Support for LAist comes from
We Explain L.A.
Stay Connected

Share This


Police Union Submits 16 Ideas to Save LA Money

Photo by A.C. Thamer via the LAist Featured Photos pool on Flickr
Stories like these are only possible with your help!
You have the power to keep local news strong for the coming months. Your financial support today keeps our reporters ready to meet the needs of our city. Thank you for investing in your community.

The LAPD didn't get hit as hard as other departments in the City Council approved city budget, but the current plan does slow down hiring new officers. Now the Los Angeles Police Protective League has submitted their ideas to save the city money in order to get back on track of getting more officers on the streets. There are 16 in all, but some are not very specific to the department like installing wind and solar energy on government buildings. However, there are a few ideas that seem to have potential:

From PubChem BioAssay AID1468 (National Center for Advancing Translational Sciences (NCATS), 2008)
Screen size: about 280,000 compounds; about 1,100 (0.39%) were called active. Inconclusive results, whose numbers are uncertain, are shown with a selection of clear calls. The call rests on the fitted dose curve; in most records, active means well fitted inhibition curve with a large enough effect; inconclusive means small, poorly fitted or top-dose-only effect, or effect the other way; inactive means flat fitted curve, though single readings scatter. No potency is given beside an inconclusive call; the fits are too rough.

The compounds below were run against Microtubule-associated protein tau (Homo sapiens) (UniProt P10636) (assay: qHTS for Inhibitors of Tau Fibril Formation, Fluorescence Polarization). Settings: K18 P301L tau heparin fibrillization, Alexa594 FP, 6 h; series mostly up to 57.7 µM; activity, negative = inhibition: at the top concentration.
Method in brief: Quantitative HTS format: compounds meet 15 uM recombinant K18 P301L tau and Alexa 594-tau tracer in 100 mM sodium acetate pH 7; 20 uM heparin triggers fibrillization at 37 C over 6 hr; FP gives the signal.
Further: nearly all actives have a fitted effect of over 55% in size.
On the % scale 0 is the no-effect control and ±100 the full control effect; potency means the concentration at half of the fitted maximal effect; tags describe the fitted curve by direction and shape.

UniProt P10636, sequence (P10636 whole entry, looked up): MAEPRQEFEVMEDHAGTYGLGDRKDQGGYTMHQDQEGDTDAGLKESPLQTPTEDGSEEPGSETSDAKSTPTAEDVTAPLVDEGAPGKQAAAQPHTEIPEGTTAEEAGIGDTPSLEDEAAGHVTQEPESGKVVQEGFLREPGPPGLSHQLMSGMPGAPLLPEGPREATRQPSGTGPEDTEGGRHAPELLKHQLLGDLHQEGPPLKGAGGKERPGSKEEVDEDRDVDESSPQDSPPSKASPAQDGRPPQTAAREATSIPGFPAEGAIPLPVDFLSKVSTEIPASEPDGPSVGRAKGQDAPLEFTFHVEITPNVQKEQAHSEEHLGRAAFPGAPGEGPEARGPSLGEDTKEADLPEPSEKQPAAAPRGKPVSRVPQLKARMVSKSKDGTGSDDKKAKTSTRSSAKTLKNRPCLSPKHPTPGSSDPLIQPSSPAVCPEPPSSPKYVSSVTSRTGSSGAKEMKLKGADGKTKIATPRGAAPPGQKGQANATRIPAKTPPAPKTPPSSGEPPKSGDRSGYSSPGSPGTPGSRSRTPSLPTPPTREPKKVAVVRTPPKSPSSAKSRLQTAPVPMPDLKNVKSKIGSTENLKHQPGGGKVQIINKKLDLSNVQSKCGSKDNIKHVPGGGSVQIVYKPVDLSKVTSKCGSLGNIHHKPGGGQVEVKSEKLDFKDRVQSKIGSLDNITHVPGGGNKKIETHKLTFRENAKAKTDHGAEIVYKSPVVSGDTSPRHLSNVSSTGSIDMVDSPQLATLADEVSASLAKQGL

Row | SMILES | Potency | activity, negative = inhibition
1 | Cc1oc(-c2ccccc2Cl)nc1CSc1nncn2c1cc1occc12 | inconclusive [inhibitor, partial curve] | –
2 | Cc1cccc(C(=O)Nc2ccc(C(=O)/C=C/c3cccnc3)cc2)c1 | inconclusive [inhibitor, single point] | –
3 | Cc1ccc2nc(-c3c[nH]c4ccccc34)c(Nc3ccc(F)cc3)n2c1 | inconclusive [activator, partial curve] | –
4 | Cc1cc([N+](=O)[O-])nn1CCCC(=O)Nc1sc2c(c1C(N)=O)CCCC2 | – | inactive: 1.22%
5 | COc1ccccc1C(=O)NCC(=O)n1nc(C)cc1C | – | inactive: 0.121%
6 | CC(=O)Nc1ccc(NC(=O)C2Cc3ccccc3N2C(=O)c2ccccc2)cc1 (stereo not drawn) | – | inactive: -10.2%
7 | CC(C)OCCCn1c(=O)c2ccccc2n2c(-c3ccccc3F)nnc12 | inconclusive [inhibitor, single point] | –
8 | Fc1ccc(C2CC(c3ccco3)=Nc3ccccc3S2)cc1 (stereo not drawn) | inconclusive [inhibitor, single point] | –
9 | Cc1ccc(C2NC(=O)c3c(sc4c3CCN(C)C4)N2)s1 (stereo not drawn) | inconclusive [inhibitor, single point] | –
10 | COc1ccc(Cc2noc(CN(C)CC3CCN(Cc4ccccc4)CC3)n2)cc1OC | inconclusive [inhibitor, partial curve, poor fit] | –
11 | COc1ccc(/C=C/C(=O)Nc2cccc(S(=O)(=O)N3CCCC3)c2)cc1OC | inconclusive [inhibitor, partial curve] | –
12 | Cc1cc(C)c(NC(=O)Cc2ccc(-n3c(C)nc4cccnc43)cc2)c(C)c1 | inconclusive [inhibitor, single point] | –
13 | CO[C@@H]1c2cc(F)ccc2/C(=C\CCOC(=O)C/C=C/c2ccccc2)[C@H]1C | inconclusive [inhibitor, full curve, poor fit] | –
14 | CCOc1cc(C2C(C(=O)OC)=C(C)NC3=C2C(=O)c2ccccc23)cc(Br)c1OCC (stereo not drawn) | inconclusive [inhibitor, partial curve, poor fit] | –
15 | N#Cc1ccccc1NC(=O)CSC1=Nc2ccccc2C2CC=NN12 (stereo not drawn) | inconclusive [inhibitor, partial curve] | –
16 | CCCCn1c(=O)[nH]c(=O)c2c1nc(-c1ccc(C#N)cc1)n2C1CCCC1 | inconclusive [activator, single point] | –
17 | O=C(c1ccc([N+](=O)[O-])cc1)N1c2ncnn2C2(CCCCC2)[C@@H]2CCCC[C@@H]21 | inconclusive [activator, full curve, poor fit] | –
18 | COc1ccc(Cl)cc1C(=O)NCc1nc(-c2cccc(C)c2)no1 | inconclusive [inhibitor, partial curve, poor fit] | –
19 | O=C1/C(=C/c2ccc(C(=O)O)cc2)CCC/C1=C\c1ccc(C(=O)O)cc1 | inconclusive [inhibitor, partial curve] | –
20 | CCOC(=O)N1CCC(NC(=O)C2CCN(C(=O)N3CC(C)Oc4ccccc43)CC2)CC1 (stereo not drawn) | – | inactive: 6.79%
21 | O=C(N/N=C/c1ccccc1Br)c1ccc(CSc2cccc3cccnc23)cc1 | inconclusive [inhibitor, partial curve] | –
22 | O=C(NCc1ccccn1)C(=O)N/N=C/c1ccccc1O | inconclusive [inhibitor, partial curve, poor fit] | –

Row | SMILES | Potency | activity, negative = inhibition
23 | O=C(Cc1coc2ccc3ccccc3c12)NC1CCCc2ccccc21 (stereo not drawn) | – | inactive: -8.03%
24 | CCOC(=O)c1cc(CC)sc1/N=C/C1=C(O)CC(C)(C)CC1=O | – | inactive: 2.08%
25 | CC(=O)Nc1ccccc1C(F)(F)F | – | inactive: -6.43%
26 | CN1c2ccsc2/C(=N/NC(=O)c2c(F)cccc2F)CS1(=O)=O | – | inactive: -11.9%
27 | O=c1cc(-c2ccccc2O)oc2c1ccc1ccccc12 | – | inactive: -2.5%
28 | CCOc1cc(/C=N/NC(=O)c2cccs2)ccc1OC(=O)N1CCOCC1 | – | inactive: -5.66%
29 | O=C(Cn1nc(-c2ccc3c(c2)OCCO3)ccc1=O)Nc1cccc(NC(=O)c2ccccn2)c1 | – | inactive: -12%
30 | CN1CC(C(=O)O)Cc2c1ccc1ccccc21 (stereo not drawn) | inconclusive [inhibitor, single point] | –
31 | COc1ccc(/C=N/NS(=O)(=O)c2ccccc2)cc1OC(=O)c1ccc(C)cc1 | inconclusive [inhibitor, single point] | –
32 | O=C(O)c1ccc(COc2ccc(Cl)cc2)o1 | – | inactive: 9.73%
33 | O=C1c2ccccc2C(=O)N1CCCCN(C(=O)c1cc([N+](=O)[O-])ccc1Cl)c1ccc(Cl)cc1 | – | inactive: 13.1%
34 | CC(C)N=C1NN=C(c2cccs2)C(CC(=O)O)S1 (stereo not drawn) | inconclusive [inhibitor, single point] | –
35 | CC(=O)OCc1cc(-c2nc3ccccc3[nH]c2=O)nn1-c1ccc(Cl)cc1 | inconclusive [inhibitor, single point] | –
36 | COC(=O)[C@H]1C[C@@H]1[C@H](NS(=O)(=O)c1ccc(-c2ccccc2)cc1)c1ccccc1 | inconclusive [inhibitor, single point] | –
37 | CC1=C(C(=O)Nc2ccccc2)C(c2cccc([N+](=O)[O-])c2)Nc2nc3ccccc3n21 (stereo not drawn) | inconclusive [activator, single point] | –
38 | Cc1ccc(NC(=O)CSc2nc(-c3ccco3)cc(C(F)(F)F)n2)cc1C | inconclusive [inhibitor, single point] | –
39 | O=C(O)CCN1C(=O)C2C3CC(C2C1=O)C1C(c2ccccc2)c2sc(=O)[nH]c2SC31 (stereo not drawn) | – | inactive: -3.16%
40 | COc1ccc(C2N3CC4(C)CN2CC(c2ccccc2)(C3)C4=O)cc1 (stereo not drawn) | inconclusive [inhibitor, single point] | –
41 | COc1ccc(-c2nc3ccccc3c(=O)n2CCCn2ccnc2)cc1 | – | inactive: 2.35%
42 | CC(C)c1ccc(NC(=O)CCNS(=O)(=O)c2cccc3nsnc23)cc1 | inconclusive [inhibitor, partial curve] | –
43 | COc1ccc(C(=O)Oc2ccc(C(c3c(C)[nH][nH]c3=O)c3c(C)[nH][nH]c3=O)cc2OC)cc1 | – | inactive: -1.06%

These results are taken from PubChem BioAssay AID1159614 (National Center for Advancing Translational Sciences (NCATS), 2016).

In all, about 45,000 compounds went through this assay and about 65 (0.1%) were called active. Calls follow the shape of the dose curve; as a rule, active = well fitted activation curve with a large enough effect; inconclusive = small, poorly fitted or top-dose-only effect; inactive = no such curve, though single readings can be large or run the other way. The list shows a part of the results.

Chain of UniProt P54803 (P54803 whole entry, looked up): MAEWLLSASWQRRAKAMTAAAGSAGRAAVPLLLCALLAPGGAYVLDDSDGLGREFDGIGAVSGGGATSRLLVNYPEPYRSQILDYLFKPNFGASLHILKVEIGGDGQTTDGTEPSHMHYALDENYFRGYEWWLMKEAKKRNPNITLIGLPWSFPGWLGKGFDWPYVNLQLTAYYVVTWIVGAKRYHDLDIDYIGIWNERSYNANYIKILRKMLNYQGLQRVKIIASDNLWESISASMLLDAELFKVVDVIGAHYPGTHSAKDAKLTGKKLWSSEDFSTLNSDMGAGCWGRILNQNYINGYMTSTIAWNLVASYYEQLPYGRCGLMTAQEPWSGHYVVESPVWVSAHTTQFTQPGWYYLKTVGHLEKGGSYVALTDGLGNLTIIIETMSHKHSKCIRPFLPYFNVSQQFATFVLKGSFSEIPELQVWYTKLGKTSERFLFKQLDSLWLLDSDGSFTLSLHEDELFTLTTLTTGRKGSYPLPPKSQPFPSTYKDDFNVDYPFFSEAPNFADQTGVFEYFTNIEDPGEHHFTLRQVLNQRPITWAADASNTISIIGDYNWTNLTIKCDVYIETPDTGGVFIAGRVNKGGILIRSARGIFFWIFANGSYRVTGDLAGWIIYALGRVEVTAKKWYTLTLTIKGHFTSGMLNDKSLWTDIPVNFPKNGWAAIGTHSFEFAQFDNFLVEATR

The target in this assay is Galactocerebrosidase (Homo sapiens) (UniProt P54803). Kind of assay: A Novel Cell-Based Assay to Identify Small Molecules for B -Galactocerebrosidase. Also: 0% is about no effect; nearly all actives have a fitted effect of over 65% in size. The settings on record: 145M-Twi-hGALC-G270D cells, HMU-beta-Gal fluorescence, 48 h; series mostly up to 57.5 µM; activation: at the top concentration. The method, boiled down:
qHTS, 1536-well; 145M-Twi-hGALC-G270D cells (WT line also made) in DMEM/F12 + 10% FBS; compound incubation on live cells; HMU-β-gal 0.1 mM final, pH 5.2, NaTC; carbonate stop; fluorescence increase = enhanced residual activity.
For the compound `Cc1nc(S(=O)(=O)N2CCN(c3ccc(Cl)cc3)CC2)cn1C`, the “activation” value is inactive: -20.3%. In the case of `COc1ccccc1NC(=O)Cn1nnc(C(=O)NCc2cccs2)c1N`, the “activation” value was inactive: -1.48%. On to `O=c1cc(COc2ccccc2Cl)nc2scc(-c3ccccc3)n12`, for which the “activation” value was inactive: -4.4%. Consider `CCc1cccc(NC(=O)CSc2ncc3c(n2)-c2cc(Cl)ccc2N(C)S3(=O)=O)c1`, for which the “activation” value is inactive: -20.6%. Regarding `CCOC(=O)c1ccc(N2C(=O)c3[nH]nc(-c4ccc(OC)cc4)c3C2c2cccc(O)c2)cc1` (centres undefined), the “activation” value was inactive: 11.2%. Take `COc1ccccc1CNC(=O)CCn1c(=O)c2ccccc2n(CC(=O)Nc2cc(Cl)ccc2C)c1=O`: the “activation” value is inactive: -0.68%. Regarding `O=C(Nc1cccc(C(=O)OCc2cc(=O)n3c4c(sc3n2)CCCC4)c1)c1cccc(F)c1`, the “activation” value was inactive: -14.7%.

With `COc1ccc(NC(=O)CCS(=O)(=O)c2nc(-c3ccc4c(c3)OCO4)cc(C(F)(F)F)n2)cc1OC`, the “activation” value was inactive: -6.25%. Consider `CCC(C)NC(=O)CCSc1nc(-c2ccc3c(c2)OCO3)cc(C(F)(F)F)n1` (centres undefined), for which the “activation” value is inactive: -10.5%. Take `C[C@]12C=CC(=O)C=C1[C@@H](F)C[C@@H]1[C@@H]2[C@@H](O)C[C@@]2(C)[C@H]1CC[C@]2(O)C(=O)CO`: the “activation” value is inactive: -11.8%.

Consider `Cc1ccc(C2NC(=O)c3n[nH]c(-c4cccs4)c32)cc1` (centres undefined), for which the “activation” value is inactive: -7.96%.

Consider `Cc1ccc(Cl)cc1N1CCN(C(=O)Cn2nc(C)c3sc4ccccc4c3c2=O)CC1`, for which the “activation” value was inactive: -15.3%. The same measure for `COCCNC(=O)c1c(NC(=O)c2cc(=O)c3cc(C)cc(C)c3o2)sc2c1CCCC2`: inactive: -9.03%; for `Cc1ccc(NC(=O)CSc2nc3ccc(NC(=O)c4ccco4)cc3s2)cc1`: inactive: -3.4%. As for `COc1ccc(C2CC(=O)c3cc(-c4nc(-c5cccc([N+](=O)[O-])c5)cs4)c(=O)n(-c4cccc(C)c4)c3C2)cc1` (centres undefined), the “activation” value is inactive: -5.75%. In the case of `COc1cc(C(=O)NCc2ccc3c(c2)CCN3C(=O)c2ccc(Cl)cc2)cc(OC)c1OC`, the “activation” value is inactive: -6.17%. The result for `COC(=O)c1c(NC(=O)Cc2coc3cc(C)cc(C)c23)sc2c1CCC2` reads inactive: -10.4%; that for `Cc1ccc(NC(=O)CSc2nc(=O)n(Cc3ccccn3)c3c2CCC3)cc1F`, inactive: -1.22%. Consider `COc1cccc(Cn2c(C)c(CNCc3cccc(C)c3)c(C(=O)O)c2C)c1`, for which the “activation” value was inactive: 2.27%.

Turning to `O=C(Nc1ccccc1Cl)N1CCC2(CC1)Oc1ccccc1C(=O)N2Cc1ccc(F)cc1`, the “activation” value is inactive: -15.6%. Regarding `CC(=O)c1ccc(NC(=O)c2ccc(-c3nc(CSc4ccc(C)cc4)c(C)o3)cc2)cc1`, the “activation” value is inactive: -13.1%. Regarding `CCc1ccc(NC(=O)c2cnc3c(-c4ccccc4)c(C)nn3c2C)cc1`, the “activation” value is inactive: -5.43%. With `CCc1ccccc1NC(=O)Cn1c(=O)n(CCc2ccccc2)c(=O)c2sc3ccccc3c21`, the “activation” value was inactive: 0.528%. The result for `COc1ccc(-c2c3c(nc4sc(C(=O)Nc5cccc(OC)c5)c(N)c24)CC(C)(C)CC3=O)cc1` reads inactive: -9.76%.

• Have all three pension funds combine their administrative staffs for member services; examine using a single investment bank and actuary; negotiate fees with consultants; and examine all ways to reduce costs by using the same custodian, accountants and audit firms. We estimate that combining these services would save the city $60 million per year.
  • Ask the court to allow the City of Los Angeles to stop paying the federal monitor for overseeing the portions of the Consent Decree that have already been found to be in compliance. The LAPD has been in compliance with 95 percent of the Consent Decree requirements for five years, yet the city continues to pay over $2 million per year to the federal monitor, Kroll Inc.
  • Implement a 4/10 schedule for all non-public safety entities, closing offices on Mondays or Fridays. The State of Utah has implemented this schedule and experienced significant cost savings - for example, energy costs are reduced by not heating or cooling offices on closed days. In addition, traffic is reduced on those days, which would be particularly beneficial to the quality of life in Los Angeles.

Have any ideas of your own that the LAPD could do to save money?